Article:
23 January 2013

Domain Name Hijacking

InfoSec Institute Resources – Domain Name Hijacking – Domain Slamming: " . . . There are numerous ways to protect your domain from slamming attempts, but nothing can substitute for being reasonable and cautious. These traits alone will suffice in some situations; however, they will not make you immune towards slamming attempts. This is why one should further educate himself on the topic and take the necessary measures to make his online presence secure. To put it all in a nutshell, effective preemptive measures include:
Privatizing your domain information.
Using domain locking.
Carefully selecting a registrar.
Hiring a person in charge of the domain registration.
Always renewing your domain name(s) early so you do not get renewal notices from third-parties.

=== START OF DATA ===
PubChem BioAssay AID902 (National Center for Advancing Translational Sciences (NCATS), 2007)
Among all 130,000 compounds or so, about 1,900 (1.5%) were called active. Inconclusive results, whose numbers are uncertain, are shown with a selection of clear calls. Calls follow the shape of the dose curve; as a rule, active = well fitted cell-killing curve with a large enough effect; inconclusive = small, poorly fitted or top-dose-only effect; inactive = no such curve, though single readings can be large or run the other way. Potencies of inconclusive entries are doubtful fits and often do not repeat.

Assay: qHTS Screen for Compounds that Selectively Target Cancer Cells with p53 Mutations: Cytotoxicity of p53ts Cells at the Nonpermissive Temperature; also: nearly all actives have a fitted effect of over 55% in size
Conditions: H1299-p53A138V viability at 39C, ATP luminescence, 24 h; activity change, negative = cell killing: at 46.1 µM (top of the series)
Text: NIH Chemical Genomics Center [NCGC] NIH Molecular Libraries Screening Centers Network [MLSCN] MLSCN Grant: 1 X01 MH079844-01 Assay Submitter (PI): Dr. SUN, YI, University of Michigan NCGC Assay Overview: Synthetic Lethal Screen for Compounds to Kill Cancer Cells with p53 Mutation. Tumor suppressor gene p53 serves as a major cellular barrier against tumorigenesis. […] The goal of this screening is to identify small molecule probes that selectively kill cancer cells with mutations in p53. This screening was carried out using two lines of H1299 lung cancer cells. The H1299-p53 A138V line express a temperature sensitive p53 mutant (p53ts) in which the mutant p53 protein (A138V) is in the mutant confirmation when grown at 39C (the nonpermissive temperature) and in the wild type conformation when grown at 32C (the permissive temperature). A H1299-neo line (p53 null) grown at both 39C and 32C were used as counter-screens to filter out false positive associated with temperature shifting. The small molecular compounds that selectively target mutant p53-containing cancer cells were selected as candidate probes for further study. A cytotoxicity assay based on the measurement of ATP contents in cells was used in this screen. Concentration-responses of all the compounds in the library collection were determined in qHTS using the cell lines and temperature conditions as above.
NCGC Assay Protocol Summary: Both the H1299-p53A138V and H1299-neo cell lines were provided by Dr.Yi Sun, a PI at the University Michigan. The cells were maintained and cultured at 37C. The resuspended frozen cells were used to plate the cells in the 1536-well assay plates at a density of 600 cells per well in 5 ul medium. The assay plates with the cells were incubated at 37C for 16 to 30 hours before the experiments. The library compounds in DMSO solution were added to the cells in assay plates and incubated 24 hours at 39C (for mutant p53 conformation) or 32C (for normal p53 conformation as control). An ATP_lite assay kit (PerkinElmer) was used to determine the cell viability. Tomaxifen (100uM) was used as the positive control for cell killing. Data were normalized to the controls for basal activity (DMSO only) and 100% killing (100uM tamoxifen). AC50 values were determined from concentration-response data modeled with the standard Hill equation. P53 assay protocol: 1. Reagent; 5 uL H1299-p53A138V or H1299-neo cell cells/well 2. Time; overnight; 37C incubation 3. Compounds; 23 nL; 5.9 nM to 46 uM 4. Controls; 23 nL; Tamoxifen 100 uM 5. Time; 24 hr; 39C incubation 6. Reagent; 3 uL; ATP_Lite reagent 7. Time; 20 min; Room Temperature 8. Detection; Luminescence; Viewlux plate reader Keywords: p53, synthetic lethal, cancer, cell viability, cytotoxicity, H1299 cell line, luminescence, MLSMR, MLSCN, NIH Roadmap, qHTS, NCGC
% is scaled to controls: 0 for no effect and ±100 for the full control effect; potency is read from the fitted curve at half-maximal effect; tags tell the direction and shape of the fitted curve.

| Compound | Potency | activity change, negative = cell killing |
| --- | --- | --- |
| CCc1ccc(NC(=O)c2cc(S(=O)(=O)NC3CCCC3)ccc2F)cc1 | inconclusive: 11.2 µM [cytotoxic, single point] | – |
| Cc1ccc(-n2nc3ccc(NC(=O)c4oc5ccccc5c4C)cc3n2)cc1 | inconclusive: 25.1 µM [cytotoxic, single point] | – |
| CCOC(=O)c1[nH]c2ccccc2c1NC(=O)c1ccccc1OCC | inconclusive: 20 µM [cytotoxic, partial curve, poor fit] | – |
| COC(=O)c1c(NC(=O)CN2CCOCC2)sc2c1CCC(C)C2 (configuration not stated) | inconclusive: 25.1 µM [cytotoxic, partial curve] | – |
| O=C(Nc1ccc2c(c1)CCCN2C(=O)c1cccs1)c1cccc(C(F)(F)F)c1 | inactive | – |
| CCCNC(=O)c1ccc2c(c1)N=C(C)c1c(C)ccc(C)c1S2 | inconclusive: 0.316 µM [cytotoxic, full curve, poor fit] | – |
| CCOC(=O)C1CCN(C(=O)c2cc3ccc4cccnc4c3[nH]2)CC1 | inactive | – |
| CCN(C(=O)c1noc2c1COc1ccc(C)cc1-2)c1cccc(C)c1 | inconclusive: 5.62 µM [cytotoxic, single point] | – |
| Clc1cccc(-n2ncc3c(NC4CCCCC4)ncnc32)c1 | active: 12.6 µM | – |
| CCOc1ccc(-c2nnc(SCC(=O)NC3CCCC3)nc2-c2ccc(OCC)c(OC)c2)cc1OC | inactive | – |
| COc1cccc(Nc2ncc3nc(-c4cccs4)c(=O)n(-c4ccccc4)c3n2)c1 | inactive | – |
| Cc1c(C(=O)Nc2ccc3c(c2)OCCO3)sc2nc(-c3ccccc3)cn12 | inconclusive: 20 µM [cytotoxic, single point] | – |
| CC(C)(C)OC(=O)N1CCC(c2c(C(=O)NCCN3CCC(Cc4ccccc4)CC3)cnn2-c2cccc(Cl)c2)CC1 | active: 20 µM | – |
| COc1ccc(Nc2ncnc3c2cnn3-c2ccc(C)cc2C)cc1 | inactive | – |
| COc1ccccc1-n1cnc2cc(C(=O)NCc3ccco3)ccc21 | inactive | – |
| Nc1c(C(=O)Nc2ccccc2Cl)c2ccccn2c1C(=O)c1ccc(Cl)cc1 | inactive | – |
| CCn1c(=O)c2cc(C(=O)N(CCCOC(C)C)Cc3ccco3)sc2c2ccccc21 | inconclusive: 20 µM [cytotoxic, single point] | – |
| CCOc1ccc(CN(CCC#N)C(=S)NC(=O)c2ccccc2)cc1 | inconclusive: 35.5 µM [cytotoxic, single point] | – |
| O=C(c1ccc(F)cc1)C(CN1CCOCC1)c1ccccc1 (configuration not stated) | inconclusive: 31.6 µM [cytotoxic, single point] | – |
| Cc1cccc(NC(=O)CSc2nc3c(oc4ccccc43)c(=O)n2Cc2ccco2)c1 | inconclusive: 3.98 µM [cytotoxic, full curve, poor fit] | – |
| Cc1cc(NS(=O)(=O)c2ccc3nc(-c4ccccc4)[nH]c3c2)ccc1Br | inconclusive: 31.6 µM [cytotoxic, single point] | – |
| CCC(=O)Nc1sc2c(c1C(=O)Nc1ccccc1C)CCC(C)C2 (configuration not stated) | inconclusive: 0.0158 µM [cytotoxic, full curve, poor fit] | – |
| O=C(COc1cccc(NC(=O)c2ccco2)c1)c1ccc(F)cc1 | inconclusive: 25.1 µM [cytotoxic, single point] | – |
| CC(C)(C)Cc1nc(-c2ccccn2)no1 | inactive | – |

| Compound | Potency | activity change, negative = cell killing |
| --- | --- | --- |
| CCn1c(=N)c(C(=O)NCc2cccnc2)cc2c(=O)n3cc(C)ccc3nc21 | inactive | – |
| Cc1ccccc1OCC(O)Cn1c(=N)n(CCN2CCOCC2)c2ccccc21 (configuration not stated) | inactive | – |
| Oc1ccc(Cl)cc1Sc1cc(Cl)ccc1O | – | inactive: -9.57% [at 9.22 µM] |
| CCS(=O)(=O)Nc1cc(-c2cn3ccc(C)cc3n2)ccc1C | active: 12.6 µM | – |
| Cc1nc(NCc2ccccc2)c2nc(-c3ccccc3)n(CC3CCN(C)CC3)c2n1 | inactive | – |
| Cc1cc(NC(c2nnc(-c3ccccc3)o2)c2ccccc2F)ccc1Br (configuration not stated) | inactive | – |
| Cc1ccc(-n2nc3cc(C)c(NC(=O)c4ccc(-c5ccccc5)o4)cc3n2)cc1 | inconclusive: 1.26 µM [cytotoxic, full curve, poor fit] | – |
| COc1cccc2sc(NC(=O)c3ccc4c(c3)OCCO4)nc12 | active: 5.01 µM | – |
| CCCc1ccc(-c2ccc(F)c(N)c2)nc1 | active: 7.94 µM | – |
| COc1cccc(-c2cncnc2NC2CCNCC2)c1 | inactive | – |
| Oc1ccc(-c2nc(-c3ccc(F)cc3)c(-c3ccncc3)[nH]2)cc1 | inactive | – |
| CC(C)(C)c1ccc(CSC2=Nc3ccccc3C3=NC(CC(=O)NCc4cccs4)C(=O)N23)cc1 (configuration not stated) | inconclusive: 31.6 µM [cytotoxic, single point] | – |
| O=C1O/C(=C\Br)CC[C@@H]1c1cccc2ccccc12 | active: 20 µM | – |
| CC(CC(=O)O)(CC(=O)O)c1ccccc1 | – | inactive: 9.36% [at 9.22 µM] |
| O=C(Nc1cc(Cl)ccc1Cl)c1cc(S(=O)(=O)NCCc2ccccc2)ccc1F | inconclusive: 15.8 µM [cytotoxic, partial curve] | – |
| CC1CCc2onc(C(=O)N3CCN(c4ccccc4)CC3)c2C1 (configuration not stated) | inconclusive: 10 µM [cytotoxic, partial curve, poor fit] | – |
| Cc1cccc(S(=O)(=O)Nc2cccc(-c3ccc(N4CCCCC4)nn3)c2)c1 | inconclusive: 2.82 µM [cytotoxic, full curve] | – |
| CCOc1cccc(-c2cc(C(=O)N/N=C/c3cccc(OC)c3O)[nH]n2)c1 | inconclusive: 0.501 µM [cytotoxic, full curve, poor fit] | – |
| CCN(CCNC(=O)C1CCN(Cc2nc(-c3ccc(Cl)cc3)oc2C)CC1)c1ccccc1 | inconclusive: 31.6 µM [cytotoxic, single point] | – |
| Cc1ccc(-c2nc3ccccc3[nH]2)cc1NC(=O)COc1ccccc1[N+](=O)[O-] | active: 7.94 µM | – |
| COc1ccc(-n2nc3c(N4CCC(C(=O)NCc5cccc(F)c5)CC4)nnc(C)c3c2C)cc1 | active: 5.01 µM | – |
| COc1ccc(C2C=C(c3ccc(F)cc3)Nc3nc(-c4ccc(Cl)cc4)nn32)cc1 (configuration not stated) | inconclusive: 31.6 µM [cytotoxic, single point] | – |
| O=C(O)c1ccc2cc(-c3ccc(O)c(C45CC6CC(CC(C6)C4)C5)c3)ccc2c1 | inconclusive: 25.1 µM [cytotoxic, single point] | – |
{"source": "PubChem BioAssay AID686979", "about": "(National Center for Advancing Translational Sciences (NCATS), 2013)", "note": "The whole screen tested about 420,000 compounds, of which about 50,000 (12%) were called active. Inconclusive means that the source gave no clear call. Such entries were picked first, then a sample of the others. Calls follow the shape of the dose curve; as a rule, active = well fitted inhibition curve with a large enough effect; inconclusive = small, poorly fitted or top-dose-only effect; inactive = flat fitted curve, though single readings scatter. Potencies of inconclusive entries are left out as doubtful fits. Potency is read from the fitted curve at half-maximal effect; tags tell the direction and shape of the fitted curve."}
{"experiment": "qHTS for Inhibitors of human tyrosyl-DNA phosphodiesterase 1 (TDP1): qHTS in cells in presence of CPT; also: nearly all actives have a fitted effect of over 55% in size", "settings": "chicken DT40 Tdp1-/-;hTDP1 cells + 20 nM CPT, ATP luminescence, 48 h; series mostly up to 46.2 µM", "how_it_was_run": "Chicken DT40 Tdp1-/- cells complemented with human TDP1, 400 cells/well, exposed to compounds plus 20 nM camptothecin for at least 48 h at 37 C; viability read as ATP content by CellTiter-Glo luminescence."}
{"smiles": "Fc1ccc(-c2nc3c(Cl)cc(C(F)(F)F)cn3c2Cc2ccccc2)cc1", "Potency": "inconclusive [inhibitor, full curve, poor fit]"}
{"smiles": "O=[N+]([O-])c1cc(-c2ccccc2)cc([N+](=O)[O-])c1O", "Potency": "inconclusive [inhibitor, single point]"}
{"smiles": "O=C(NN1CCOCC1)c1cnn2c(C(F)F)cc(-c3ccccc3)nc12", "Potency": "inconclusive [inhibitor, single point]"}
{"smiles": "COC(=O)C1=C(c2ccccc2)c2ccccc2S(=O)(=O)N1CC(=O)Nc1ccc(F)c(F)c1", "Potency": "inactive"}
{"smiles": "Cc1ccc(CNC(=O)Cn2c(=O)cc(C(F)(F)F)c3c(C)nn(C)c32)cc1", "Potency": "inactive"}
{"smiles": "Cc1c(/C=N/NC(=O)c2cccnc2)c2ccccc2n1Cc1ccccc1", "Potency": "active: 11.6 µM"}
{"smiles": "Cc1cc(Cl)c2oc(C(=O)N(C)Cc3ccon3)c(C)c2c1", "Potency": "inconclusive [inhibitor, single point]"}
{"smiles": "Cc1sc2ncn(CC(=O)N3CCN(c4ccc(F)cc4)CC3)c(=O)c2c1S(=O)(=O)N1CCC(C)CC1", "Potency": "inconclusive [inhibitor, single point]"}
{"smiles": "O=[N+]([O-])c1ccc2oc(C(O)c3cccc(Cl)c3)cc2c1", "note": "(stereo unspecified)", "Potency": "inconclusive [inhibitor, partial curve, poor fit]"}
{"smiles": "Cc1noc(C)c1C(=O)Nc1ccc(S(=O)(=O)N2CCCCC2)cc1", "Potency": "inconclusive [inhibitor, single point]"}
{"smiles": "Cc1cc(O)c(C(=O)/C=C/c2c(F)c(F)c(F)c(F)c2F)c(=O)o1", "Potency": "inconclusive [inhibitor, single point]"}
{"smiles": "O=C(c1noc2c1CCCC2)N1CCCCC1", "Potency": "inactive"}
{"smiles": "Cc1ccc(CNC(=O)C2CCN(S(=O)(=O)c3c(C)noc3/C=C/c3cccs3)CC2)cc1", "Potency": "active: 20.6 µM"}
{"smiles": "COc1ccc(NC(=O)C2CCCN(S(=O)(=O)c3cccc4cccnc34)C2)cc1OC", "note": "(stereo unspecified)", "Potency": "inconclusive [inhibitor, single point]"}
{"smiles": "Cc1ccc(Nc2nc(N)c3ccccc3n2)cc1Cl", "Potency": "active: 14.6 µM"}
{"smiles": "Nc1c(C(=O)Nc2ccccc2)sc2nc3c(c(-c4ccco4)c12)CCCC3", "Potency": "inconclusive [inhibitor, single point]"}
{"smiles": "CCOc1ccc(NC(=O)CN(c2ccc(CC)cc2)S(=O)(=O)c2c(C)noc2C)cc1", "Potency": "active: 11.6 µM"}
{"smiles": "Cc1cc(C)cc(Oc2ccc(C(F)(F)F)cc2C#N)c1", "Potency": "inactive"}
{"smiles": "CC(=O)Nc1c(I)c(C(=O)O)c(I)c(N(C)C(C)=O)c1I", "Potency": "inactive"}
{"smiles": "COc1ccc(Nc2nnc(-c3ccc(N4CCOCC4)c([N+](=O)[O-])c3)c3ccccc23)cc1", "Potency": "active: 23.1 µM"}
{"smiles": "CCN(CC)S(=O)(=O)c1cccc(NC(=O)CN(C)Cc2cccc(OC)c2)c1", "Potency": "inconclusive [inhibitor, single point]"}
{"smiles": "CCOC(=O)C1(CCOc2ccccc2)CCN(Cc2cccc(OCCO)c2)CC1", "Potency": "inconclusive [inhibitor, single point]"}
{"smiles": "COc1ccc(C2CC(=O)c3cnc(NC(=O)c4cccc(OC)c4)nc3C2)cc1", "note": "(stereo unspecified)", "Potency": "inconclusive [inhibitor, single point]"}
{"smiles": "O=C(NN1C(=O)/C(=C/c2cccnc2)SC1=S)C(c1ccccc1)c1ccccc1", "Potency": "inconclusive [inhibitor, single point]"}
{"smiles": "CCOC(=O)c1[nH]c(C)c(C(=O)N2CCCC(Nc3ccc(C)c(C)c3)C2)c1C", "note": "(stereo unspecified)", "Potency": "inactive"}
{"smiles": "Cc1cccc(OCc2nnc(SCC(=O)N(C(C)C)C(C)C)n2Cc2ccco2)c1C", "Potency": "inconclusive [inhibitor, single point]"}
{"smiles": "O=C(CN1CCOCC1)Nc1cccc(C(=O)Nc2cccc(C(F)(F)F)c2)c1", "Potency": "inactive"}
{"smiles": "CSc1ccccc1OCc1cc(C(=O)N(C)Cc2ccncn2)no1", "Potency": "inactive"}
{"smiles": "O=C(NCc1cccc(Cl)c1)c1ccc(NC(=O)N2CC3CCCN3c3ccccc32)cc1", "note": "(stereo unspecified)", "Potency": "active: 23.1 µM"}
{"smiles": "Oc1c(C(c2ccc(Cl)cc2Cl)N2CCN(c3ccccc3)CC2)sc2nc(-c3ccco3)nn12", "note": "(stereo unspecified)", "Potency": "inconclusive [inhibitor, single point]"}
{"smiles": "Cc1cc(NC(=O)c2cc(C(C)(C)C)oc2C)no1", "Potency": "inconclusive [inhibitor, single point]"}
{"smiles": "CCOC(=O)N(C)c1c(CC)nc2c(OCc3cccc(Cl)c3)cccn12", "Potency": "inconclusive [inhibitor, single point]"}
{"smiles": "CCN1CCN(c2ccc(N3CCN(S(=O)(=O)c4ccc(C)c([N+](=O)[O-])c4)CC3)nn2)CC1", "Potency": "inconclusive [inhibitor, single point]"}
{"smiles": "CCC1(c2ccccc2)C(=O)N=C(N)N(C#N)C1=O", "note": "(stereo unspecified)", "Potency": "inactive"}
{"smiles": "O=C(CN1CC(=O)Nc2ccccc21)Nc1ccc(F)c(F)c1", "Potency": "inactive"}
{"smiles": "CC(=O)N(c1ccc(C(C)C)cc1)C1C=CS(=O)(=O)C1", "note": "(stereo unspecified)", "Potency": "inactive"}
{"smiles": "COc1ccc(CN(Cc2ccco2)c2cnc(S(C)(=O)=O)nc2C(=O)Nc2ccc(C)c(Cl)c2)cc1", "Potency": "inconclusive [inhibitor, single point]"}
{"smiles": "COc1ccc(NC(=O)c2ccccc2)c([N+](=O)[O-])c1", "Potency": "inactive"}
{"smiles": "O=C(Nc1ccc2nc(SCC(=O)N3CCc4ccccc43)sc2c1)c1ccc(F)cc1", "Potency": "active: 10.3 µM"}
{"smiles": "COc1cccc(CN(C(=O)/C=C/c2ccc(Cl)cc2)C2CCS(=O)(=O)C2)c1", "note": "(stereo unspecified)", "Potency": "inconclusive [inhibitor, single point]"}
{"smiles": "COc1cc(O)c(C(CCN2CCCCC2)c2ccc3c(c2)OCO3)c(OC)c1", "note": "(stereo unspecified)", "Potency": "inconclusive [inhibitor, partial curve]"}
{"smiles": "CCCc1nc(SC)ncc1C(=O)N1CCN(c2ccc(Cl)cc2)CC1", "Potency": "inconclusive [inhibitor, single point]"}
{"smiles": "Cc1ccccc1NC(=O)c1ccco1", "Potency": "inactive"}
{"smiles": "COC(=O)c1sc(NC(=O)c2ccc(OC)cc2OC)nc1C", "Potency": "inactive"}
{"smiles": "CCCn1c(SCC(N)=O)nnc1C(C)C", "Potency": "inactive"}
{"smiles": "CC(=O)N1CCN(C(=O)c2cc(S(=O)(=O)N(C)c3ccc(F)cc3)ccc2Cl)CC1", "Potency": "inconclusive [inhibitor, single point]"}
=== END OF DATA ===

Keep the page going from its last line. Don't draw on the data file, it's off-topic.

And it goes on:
Not giving any account or personal information to anybody after registering your domain.
Managing and storing wisely your auth-info code and making sure that such code is required for a transferal of your domain. . . ."

How does the Internet work?: "The computer you're trying to contact is running a piece of software called a Web server, which manages incoming connections and finds and returns those HTML files that other computers are requesting. The Web server knows where to send the page you requested because your computer (or smartphone) — like every other device connected to the Internet — has what's called an Internet Protocol number, or IP address. An IP address looks like this — — and it's assigned by your ISP. Depending upon your connection, your device might get a different IP each time you log online. The computer hosting the website you're trying to get has an IP address, too. In fact, the domain name of every website is simply an English-language alias for the domain's IP address. After all, it's much easier to remember www.violinist.com than it is to remember . . . "

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